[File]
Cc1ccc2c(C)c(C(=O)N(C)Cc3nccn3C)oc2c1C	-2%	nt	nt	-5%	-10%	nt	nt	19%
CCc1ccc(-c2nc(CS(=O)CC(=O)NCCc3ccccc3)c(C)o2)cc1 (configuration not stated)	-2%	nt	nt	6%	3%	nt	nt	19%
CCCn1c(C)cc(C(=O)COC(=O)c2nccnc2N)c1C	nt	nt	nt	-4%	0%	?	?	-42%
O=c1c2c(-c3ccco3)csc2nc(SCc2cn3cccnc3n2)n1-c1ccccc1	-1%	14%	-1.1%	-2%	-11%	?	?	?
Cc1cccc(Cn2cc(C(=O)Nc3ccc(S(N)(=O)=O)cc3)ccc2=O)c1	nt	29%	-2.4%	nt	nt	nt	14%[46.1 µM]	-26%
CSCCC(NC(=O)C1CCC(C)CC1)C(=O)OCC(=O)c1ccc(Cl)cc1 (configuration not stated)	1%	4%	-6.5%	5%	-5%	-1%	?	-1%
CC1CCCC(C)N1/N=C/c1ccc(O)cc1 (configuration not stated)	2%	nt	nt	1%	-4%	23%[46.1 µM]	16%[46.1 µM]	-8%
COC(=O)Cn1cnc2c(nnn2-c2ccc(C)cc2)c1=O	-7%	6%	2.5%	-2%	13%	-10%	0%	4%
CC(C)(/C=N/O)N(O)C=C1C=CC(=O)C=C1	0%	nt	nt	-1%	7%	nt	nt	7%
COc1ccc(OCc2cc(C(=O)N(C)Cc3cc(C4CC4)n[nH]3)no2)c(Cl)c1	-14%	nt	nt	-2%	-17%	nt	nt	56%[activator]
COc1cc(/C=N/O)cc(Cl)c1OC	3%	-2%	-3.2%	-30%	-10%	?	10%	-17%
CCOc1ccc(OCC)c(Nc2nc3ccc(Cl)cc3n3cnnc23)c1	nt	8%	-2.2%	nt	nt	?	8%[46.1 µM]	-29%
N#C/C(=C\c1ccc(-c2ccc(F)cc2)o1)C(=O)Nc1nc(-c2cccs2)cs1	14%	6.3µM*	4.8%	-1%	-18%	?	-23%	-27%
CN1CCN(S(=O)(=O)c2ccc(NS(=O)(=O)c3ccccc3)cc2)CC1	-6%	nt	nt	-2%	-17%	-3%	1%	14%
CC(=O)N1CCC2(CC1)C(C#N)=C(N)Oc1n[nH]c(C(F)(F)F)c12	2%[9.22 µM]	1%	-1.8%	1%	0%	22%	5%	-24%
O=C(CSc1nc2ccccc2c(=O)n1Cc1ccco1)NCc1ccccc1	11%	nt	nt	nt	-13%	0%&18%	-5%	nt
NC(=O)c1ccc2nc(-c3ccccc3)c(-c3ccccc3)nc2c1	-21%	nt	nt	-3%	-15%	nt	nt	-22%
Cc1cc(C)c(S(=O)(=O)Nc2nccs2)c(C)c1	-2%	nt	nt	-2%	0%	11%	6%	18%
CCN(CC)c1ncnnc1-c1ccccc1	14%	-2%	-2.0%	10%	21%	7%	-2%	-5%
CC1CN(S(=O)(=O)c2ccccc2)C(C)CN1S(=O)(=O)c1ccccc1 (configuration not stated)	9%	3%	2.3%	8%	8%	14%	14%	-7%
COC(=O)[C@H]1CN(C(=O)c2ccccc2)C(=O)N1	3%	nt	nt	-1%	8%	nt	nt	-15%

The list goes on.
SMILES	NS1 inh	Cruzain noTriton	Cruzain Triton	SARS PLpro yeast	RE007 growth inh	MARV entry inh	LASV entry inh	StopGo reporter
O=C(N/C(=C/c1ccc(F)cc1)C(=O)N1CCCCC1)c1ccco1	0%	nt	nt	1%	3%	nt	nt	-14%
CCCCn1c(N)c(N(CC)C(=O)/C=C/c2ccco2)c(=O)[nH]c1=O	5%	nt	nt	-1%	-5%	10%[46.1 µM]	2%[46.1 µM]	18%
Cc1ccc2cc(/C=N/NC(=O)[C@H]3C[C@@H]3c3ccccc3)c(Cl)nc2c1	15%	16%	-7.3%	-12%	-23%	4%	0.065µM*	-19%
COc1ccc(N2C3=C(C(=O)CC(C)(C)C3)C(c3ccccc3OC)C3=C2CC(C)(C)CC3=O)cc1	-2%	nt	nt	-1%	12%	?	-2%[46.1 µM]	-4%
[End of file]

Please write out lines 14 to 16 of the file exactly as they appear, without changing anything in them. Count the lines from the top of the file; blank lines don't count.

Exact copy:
CN1CCN(S(=O)(=O)c2ccc(NS(=O)(=O)c3ccccc3)cc2)CC1	-6%	nt	nt	-2%	-17%	-3%	1%	14%
CC(=O)N1CCC2(CC1)C(C#N)=C(N)Oc1n[nH]c(C(F)(F)F)c12	2%[9.22 µM]	1%	-1.8%	1%	0%	22%	5%	-24%
O=C(CSc1nc2ccccc2c(=O)n1Cc1ccco1)NCc1ccccc1	11%	nt	nt	nt	-13%	0%&18%	-5%	nt